We're going to be taking a look at some key position groups over the next few weeks. Let's start with the obvious choice, and probably the most important, quarterback.
As we all know, the guy behind center can make the difference between an average team and a good team. (Or a good team and a great team).
First off, Rudolph is the guy. Don't listen to Jason Sehorn. It's settled. We won't have to endure the QB carrousel that has become the norm in Stillwater over the last couple of seasons. That is a good thing.
I was a little surprised when Mike Gundy named No. 2 (well No. 10 at the time) the starter before spring camp. Not because Rudolph hadn't earned it. He had. But mainly because of Gundy's recent history of dealing with QB's. He named Clint Chelf the starter for 2013 but that didn't last through the first quarter of the first game. Then you had that whole situation with Wes Lunt.
Gundy has been hesitant to commit to a guy prematurely. He's also prone to being tough on QB's. It's probably because he's been the guy taking snaps. I'm not saying that's necessarily a bad thing either. You want your leader to have some grit.
So why the sudden change of heart? Well there's two ways to look at it. Either Coach Gundy decided to turn over a new leaf or (more likely) that he's not been this confident in a guy Brandon Weeden. Either way, it's a good thing for the team.
Saturday, in his first start at Boone Pickens Stadium, Rudolph went 23-for-35 throwing for 401 yards. He had two touchdowns and one interception. While he missed some throws in the first half, overall he threw the ball well, completing 65.7 percent of his passes. He's got a cannon for an arm and he's elusive in the pocket. He has shown solid decision making skills and doesn't get rattled easily.
But there's another part of this equation. The "Walsh-dozer" (Nope, that doesn't work for me). J.W. Walsh is a true "dual-threat" quarterback. He doesn't have the strongest arm but he can be effective throwing the ball. His athleticism is what keeps defenses guessing. He is battle tested and completely capable of leading the team to a win.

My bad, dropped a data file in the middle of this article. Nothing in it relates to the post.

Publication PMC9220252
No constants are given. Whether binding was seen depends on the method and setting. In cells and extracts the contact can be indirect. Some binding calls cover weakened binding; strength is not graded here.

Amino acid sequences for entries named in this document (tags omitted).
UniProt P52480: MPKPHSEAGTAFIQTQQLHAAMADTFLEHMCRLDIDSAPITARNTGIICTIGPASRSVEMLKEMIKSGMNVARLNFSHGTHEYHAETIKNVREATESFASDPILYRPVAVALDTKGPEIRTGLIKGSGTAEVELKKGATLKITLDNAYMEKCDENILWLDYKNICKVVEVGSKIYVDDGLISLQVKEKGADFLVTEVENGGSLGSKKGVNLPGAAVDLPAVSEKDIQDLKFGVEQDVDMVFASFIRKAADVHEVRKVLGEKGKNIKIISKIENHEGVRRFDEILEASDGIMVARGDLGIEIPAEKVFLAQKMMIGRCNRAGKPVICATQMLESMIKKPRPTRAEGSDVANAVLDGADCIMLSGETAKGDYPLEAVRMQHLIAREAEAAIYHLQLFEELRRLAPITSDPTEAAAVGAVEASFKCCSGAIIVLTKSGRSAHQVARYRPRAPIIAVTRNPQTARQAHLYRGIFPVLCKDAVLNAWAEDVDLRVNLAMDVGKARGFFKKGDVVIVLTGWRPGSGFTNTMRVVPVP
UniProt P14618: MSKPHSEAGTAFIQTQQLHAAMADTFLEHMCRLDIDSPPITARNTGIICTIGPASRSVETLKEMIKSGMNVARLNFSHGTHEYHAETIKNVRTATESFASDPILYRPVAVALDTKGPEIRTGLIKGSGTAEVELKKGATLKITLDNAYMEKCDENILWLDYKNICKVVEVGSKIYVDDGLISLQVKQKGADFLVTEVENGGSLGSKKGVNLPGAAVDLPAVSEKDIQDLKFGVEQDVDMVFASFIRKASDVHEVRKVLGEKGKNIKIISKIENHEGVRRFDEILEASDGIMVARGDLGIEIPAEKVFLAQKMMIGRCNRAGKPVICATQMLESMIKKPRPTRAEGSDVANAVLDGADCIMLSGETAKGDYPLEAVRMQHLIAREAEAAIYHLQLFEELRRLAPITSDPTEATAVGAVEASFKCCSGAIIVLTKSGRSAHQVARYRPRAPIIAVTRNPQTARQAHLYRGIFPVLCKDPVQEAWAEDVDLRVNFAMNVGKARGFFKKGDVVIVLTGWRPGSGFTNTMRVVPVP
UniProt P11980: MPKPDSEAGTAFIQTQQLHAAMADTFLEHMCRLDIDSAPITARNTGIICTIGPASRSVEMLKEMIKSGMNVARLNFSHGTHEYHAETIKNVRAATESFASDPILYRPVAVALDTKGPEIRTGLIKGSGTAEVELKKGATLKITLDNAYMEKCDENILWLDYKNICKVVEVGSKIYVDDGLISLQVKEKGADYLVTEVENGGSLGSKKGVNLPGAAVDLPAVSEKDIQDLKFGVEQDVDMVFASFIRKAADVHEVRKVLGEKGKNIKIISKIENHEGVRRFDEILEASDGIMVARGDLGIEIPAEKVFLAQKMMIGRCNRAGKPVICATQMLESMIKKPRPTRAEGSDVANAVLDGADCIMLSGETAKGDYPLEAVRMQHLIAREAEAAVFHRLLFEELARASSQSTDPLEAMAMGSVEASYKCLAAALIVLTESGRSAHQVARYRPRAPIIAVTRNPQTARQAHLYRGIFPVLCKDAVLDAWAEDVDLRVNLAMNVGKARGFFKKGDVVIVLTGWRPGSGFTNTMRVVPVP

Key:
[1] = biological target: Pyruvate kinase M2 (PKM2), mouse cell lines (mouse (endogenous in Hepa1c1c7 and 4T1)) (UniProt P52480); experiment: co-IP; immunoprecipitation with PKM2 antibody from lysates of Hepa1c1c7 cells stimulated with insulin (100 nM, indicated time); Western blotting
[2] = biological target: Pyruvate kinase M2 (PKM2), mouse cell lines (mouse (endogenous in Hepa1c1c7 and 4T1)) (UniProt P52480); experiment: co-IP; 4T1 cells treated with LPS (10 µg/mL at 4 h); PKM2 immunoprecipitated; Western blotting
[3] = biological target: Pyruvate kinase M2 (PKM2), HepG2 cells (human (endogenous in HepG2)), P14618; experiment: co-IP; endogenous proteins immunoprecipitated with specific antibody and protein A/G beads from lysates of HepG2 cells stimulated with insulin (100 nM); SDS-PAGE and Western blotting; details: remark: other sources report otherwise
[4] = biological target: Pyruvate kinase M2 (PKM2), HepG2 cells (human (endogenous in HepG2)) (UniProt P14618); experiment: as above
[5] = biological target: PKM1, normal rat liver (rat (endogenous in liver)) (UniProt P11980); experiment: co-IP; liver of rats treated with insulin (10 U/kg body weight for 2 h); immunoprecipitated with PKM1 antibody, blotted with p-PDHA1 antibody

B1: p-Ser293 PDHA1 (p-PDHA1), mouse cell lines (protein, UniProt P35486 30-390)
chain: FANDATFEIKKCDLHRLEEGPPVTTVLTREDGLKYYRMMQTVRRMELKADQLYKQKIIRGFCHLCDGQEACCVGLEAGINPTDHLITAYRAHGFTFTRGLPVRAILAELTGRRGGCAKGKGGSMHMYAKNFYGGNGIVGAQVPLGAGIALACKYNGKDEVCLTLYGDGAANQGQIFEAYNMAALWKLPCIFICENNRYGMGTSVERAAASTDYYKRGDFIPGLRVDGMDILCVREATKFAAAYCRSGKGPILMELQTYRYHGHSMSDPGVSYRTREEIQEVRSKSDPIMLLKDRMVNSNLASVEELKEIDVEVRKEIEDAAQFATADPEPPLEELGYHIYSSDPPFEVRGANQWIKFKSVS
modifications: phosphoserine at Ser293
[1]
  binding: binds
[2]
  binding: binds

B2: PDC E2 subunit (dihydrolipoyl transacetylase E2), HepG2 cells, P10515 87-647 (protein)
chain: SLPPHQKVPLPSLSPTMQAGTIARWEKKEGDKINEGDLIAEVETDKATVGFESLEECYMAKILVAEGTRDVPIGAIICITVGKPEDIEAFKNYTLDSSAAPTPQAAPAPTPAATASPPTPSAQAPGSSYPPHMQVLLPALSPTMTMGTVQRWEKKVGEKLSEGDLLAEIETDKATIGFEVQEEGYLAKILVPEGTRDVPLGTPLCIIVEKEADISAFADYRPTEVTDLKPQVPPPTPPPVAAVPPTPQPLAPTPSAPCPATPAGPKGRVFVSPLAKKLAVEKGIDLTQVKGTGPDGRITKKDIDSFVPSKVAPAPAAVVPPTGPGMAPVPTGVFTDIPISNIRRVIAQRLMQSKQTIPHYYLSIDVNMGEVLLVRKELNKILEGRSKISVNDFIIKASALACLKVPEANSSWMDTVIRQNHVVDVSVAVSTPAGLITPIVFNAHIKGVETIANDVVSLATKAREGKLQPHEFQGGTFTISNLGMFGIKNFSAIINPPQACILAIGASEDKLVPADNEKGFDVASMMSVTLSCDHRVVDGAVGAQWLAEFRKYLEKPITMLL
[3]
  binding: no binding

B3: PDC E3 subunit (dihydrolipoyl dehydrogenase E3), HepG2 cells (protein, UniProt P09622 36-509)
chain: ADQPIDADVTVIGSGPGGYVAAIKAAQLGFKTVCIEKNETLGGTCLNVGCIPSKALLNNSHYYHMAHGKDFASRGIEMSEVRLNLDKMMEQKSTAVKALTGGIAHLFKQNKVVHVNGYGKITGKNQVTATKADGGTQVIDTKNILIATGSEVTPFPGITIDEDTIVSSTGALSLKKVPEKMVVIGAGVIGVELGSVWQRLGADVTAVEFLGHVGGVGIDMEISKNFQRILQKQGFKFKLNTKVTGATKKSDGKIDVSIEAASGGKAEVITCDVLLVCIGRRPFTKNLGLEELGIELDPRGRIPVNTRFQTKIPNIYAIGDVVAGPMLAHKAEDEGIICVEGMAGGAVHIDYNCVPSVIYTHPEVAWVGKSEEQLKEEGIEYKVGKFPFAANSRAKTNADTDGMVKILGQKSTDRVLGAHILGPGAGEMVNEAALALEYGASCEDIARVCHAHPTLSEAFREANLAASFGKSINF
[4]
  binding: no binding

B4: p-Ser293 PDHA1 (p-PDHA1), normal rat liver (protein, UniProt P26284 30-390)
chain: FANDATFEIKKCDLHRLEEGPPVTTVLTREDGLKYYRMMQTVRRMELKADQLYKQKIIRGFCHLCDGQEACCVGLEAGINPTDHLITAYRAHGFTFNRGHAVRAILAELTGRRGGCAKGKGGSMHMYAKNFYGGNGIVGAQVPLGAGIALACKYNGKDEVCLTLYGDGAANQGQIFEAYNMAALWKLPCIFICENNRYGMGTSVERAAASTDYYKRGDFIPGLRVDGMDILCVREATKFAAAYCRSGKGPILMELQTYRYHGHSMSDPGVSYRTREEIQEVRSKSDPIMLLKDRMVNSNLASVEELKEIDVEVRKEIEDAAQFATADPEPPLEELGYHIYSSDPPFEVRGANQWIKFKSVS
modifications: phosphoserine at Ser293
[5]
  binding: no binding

Mike Gundy made it clear well before the season opener that Walsh would be used in certain packages. We have already witnessed it in the first two games, and we have no reason to think it won't continue throughout the season.
But it brings up an interesting question. Can/Should you play two quarterbacks? The "Walsh Package" has been productive so far. Any time you make an opposing defensive coordinator scheme for two different quarterbacks, you give yourself an advantage. But how does it affect Rudolph's development? Time will tell, I guess. But Gundy has said himself that Rudolph will be going through a learning curve. That five or six game stretch where he has to make some mistakes and work through them. Confidence is a huge part of that. You would hate to put even a sliver of doubt in his mind that you trust him when it counts.
Now, this may not even be an issue. Rudolph seems to have his head on straight and there's no reason to think there is any contention in the locker room or that there ever will be. He seems like a team first guy, as is J-Dub. But that experience in the red zone could prove critical for Rudolph.
Is the "Walsh Package" better for the team? Probably. At least for now. Six points are six points. (You notice I didn't say seven). You can't settle for field goals when you get deep into enemy territory. Especially with Oklahoma State's kicking situation.
I personally would have liked Rudolph to get that red zone experience in these first few games, before getting into conference play. But then again, you have to win those games too. If the Cowboys had come home 0-1 from Mt. Pleasant there would have been riots and death threats.
So the good news... Oklahoma State has two quarterbacks that can play, and one that could be special. We can only wait and see how this dynamic will play out.
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